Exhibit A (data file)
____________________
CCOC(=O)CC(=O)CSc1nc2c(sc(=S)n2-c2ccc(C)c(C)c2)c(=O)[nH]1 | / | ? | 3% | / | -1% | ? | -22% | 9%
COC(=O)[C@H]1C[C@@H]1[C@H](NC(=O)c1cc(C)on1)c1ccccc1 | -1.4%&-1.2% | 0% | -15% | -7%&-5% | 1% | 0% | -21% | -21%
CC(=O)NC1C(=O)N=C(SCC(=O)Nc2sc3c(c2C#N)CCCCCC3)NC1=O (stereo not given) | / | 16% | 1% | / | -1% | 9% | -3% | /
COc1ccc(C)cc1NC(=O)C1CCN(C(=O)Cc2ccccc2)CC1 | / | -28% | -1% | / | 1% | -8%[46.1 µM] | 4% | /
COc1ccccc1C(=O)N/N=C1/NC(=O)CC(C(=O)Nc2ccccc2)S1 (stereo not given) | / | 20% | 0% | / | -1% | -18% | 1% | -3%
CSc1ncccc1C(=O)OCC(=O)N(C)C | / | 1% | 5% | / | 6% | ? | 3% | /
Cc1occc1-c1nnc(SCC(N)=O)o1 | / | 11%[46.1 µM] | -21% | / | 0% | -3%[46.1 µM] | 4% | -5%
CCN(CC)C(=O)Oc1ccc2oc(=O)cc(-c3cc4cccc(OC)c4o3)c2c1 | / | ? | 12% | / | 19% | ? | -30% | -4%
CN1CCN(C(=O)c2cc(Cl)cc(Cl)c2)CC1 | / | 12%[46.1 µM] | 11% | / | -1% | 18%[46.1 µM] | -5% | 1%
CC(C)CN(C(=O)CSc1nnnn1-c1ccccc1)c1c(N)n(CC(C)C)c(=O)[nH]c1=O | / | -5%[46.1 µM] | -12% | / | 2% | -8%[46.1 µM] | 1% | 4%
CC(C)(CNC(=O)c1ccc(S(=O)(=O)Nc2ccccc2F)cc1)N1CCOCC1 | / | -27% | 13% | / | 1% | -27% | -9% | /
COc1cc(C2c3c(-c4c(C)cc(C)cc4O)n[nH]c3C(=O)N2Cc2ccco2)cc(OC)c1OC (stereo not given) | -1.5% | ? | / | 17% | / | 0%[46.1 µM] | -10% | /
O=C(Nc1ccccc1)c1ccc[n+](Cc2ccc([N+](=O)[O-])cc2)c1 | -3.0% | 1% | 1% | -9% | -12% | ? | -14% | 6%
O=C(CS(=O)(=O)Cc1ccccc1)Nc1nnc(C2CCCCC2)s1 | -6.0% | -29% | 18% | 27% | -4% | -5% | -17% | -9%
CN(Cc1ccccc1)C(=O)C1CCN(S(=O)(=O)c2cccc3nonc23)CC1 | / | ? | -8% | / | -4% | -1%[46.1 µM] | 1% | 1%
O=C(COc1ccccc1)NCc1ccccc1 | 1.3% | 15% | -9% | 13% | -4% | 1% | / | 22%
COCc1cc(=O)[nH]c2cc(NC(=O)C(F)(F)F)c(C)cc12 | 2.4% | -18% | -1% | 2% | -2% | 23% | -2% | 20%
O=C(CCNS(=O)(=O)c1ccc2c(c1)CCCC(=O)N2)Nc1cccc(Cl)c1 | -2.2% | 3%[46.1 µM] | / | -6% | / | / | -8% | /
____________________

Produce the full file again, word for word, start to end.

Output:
CCOC(=O)CC(=O)CSc1nc2c(sc(=S)n2-c2ccc(C)c(C)c2)c(=O)[nH]1 | / | ? | 3% | / | -1% | ? | -22% | 9%
COC(=O)[C@H]1C[C@@H]1[C@H](NC(=O)c1cc(C)on1)c1ccccc1 | -1.4%&-1.2% | 0% | -15% | -7%&-5% | 1% | 0% | -21% | -21%
CC(=O)NC1C(=O)N=C(SCC(=O)Nc2sc3c(c2C#N)CCCCCC3)NC1=O (stereo not given) | / | 16% | 1% | / | -1% | 9% | -3% | /
COc1ccc(C)cc1NC(=O)C1CCN(C(=O)Cc2ccccc2)CC1 | / | -28% | -1% | / | 1% | -8%[46.1 µM] | 4% | /
COc1ccccc1C(=O)N/N=C1/NC(=O)CC(C(=O)Nc2ccccc2)S1 (stereo not given) | / | 20% | 0% | / | -1% | -18% | 1% | -3%
CSc1ncccc1C(=O)OCC(=O)N(C)C | / | 1% | 5% | / | 6% | ? | 3% | /
Cc1occc1-c1nnc(SCC(N)=O)o1 | / | 11%[46.1 µM] | -21% | / | 0% | -3%[46.1 µM] | 4% | -5%
CCN(CC)C(=O)Oc1ccc2oc(=O)cc(-c3cc4cccc(OC)c4o3)c2c1 | / | ? | 12% | / | 19% | ? | -30% | -4%
CN1CCN(C(=O)c2cc(Cl)cc(Cl)c2)CC1 | / | 12%[46.1 µM] | 11% | / | -1% | 18%[46.1 µM] | -5% | 1%
CC(C)CN(C(=O)CSc1nnnn1-c1ccccc1)c1c(N)n(CC(C)C)c(=O)[nH]c1=O | / | -5%[46.1 µM] | -12% | / | 2% | -8%[46.1 µM] | 1% | 4%
CC(C)(CNC(=O)c1ccc(S(=O)(=O)Nc2ccccc2F)cc1)N1CCOCC1 | / | -27% | 13% | / | 1% | -27% | -9% | /
COc1cc(C2c3c(-c4c(C)cc(C)cc4O)n[nH]c3C(=O)N2Cc2ccco2)cc(OC)c1OC (stereo not given) | -1.5% | ? | / | 17% | / | 0%[46.1 µM] | -10% | /
O=C(Nc1ccccc1)c1ccc[n+](Cc2ccc([N+](=O)[O-])cc2)c1 | -3.0% | 1% | 1% | -9% | -12% | ? | -14% | 6%
O=C(CS(=O)(=O)Cc1ccccc1)Nc1nnc(C2CCCCC2)s1 | -6.0% | -29% | 18% | 27% | -4% | -5% | -17% | -9%
CN(Cc1ccccc1)C(=O)C1CCN(S(=O)(=O)c2cccc3nonc23)CC1 | / | ? | -8% | / | -4% | -1%[46.1 µM] | 1% | 1%
O=C(COc1ccccc1)NCc1ccccc1 | 1.3% | 15% | -9% | 13% | -4% | 1% | / | 22%
COCc1cc(=O)[nH]c2cc(NC(=O)C(F)(F)F)c(C)cc12 | 2.4% | -18% | -1% | 2% | -2% | 23% | -2% | 20%
O=C(CCNS(=O)(=O)c1ccc2c(c1)CCCC(=O)N2)Nc1cccc(Cl)c1 | -2.2% | 3%[46.1 µM] | / | -6% | / | / | -8% | /